Security Clearance Denial

DoD Contractor’s Marijuana Grow House Leads to Discovery of Classified Documents

All clearance holders receive an initial security briefing that
includes going over the proper handling and storage of classified
documents. This is a hot topic lately with the discovery of classified
documents at high level current and former political figures. I ran
across a case study from 2021 about a former U.S. Air Force
contractor, Izaak Kemp, who was put in prison for a year after being
convicted of unauthorized removal and retention of classified
information. Here are the highlights of the case:

From 2016 to 2019 Kemp worked for the Air Force Research Laboratory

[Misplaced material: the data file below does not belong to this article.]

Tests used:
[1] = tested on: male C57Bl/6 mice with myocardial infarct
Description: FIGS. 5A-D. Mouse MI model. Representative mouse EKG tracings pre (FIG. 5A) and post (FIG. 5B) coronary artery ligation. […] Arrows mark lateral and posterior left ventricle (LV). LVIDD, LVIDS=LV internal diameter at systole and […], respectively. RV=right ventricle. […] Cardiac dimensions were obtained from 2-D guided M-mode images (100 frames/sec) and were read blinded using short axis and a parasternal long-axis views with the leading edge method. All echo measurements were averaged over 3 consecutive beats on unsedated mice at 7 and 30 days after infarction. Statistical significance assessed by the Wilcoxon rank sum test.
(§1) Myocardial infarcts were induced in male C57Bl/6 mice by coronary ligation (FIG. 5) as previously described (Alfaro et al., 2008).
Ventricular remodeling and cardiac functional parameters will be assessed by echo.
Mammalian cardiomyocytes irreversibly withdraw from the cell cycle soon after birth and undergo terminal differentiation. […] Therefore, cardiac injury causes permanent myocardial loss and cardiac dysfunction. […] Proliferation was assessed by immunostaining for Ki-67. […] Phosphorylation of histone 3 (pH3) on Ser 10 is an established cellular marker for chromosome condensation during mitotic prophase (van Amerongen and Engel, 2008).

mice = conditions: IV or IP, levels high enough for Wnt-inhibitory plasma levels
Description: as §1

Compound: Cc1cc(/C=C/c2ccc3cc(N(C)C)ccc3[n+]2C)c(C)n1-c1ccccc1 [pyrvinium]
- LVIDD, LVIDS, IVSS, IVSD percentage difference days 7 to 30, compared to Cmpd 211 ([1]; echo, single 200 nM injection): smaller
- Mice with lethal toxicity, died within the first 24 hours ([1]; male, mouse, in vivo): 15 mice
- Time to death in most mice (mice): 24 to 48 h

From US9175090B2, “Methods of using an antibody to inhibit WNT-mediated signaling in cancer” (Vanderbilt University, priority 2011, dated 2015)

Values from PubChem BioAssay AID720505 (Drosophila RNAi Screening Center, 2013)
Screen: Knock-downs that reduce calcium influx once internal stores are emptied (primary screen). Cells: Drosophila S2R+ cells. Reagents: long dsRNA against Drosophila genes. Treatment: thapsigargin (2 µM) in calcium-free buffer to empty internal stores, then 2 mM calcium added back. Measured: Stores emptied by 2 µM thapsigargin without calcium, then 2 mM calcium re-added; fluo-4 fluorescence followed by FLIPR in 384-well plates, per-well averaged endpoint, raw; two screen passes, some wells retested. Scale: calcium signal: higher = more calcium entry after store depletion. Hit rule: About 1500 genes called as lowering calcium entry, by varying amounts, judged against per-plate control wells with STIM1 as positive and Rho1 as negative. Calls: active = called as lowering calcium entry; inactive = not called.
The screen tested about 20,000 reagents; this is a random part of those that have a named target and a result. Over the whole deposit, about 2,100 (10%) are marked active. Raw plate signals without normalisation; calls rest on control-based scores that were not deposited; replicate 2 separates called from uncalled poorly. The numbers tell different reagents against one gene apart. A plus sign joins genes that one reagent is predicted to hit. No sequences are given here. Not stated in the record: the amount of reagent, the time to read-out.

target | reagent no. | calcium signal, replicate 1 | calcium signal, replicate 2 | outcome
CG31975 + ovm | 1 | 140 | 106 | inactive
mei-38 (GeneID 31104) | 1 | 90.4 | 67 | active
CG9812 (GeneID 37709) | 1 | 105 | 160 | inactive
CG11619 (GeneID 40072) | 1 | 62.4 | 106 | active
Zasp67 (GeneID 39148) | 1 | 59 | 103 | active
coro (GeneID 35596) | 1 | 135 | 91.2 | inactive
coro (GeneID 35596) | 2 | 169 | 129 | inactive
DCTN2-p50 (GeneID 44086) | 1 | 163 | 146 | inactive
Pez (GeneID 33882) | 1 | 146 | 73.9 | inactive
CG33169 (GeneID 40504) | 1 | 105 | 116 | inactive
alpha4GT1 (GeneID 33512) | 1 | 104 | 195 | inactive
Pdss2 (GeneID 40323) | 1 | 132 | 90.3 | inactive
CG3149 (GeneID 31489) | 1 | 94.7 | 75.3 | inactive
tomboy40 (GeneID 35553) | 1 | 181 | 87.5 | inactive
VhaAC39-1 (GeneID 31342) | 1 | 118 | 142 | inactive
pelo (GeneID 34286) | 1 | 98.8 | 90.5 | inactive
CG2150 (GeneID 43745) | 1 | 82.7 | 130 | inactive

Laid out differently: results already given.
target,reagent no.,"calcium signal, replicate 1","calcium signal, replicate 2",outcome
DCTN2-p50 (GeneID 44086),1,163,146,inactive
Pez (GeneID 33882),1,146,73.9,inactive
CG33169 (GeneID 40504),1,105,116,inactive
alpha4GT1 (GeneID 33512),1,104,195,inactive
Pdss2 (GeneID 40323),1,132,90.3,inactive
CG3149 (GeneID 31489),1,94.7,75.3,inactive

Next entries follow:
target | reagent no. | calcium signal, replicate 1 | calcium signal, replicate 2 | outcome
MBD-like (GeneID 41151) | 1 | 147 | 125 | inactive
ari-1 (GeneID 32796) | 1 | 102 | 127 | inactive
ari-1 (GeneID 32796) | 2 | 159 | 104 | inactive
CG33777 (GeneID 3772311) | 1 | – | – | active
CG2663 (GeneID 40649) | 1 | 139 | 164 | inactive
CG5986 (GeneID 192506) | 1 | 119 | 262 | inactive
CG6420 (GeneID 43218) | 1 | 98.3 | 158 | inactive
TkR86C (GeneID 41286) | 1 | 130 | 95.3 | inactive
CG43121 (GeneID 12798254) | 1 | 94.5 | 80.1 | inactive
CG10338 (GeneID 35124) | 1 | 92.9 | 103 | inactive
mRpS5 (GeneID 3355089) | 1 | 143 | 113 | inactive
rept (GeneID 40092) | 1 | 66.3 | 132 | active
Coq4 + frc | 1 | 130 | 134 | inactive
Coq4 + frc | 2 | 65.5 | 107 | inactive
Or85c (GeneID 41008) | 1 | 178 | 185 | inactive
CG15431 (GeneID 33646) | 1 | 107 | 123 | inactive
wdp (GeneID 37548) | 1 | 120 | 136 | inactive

and the National Air and Space Intelligence Center out of
Wright-Patterson Air Force Base in Ohio and had a Top-Secret security
clearance with Sensitive Compartmented Information access. Acting on a
tip about a possible marijuana grow house, the local police department
got a search warrant for Kemp’s house and during their search, in
addition to a marijuana grow operation, discovered around 2,500 pages
of classified documents.

Department of Justice prosecutors in the case could not link Kemp to
any evidence of unauthorized disclosure of classified information and
Kemp did not offer any specific motive for taking the documents.
Regardless, the fact that he was operating an illegal drug
manufacturing facility at the same location heightened the possibility
of classified information being disclosed to unauthorized
persons. For a person who had a PhD in Electrical Engineering and the
highest-level security clearance, it should have been obvious the
risks of being discovered were pretty high.

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